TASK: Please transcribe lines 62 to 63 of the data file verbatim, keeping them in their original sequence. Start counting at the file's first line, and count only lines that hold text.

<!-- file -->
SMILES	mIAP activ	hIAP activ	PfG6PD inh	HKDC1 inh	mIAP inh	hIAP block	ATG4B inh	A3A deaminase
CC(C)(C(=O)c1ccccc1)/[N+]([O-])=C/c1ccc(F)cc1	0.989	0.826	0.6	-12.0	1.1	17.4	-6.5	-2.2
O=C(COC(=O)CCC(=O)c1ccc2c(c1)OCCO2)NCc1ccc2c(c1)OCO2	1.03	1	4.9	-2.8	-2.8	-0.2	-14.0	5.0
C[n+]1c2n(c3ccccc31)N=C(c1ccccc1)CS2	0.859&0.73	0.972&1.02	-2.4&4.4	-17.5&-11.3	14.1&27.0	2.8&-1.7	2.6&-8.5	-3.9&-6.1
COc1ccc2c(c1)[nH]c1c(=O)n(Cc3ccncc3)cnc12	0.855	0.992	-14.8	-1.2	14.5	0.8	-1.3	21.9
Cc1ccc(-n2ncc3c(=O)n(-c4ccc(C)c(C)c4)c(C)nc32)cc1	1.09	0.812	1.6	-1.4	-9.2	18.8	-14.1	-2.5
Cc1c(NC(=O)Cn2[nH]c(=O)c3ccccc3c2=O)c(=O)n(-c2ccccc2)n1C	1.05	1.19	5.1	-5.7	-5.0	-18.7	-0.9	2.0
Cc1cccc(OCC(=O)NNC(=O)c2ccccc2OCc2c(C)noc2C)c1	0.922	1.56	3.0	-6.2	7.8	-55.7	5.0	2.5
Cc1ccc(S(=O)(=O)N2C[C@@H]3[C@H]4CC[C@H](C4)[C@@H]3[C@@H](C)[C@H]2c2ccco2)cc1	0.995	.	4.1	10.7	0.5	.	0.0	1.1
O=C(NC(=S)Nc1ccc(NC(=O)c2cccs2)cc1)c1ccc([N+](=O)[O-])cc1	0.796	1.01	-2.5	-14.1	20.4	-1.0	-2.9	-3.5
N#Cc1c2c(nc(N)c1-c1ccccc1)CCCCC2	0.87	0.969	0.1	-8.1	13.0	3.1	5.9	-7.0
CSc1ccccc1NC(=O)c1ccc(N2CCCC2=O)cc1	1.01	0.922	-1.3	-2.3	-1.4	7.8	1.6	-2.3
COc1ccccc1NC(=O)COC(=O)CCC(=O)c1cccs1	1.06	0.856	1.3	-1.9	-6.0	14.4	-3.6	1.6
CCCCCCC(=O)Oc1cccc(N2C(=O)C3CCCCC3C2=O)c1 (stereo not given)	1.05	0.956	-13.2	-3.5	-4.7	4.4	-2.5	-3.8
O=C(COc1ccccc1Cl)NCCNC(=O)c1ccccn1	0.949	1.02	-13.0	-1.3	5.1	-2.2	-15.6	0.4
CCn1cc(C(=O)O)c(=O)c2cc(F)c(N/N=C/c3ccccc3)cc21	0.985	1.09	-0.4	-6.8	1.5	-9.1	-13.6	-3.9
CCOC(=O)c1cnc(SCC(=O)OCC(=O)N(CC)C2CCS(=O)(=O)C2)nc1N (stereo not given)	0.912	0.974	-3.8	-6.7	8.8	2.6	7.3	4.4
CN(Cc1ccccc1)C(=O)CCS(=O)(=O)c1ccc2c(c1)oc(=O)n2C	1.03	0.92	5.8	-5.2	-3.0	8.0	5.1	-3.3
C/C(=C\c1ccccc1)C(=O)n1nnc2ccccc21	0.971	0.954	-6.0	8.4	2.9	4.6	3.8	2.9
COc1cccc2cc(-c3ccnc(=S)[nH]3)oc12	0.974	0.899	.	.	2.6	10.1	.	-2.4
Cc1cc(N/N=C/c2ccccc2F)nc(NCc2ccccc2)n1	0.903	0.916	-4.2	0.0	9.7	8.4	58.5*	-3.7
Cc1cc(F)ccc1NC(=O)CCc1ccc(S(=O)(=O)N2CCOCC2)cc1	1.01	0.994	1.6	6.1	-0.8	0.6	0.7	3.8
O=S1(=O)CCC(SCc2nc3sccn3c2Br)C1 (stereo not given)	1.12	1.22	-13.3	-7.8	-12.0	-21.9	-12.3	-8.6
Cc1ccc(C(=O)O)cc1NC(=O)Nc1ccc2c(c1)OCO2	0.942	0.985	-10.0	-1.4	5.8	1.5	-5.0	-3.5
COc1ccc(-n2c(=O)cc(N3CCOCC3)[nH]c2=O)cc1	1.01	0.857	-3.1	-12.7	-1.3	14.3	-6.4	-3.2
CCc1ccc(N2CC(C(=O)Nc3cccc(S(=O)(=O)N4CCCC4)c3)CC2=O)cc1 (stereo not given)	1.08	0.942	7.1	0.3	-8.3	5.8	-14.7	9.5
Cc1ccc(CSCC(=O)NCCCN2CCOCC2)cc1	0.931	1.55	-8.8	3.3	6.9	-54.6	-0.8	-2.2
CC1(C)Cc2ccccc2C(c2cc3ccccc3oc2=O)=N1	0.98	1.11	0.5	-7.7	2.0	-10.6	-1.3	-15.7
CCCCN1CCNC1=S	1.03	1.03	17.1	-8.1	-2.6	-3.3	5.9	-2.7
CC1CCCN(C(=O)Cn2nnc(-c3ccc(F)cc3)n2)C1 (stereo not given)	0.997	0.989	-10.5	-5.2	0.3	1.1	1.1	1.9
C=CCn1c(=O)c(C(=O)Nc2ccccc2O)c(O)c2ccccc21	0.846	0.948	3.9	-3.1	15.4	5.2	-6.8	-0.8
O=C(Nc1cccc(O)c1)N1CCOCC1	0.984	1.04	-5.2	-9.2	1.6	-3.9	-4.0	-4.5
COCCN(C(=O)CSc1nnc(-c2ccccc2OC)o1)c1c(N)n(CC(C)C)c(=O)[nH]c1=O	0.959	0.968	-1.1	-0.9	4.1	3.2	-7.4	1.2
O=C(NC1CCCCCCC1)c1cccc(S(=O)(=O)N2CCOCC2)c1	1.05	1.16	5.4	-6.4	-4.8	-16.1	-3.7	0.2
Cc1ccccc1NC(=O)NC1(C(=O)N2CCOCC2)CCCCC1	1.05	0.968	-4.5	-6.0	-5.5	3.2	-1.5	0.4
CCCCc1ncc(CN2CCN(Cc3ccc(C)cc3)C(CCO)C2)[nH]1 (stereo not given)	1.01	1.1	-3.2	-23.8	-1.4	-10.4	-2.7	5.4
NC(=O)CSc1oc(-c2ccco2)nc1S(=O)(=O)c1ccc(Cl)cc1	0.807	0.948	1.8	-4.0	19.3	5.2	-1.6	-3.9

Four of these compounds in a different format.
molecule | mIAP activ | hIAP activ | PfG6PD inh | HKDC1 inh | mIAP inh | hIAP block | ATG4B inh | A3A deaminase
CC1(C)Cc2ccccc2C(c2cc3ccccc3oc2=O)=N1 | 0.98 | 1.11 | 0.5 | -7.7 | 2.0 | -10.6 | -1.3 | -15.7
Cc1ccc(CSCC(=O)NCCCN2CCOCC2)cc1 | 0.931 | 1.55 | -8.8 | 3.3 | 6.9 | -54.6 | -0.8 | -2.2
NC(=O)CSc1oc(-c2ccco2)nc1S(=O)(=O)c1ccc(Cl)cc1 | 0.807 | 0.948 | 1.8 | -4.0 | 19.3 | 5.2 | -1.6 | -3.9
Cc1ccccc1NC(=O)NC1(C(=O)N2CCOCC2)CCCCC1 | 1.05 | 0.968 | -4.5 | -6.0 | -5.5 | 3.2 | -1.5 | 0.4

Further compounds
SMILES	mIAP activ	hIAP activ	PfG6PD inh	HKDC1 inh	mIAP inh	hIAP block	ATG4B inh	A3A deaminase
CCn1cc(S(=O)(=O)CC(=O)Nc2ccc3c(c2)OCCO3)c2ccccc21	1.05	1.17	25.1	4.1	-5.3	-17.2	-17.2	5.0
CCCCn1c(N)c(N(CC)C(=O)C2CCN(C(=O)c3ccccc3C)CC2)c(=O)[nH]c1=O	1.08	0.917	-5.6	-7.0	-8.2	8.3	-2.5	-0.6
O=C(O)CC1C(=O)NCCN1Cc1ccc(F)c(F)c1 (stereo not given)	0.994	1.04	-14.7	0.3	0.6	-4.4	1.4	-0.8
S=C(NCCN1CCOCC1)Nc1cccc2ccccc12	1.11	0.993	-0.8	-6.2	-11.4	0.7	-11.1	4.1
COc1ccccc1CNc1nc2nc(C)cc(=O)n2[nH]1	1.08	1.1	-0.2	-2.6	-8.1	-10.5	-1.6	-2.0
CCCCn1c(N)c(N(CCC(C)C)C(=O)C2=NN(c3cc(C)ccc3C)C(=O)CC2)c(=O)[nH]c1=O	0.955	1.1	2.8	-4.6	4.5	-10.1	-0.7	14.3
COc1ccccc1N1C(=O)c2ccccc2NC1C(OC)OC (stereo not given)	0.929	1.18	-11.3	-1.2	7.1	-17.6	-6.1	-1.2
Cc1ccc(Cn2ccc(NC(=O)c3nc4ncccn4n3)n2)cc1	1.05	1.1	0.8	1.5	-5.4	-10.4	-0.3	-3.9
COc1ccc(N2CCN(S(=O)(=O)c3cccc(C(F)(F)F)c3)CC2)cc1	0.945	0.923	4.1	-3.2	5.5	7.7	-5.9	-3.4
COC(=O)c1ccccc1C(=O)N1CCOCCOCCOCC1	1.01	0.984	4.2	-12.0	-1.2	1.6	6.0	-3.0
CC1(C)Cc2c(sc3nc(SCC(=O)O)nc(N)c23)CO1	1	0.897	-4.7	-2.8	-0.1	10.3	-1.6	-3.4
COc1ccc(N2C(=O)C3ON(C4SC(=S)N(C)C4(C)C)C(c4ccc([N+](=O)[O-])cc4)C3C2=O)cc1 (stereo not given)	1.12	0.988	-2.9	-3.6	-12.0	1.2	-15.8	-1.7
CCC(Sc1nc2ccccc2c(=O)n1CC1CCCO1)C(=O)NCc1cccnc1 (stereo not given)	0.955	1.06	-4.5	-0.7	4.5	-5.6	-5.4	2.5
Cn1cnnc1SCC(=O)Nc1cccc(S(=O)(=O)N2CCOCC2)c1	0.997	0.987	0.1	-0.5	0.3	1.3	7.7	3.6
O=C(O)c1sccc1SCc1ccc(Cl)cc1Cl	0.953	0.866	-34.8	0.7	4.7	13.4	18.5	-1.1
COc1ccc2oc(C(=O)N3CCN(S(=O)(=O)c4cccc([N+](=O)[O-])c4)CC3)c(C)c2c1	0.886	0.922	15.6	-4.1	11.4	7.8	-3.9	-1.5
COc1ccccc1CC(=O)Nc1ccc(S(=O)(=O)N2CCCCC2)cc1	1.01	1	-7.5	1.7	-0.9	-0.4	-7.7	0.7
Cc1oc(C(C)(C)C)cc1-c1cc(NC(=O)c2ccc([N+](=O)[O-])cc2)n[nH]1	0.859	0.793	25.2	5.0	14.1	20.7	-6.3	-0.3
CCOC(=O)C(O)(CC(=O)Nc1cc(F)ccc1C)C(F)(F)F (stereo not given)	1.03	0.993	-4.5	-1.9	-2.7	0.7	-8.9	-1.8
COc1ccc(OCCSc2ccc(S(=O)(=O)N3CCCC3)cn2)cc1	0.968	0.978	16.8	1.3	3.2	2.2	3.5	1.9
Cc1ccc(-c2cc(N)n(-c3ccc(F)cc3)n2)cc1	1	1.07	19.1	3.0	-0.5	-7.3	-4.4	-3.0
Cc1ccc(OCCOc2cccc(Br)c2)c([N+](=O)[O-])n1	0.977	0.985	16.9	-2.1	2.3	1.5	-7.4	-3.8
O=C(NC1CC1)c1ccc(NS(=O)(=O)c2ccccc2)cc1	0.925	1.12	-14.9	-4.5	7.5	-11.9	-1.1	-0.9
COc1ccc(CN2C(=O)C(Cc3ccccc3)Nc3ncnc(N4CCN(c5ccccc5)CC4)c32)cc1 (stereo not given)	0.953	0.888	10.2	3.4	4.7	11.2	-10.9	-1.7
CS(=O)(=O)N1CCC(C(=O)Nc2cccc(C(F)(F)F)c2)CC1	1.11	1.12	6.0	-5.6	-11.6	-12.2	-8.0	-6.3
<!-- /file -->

COc1ccccc1CC(=O)Nc1ccc(S(=O)(=O)N2CCCCC2)cc1	1.01	1	-7.5	1.7	-0.9	-0.4	-7.7	0.7
Cc1oc(C(C)(C)C)cc1-c1cc(NC(=O)c2ccc([N+](=O)[O-])cc2)n[nH]1	0.859	0.793	25.2	5.0	14.1	20.7	-6.3	-0.3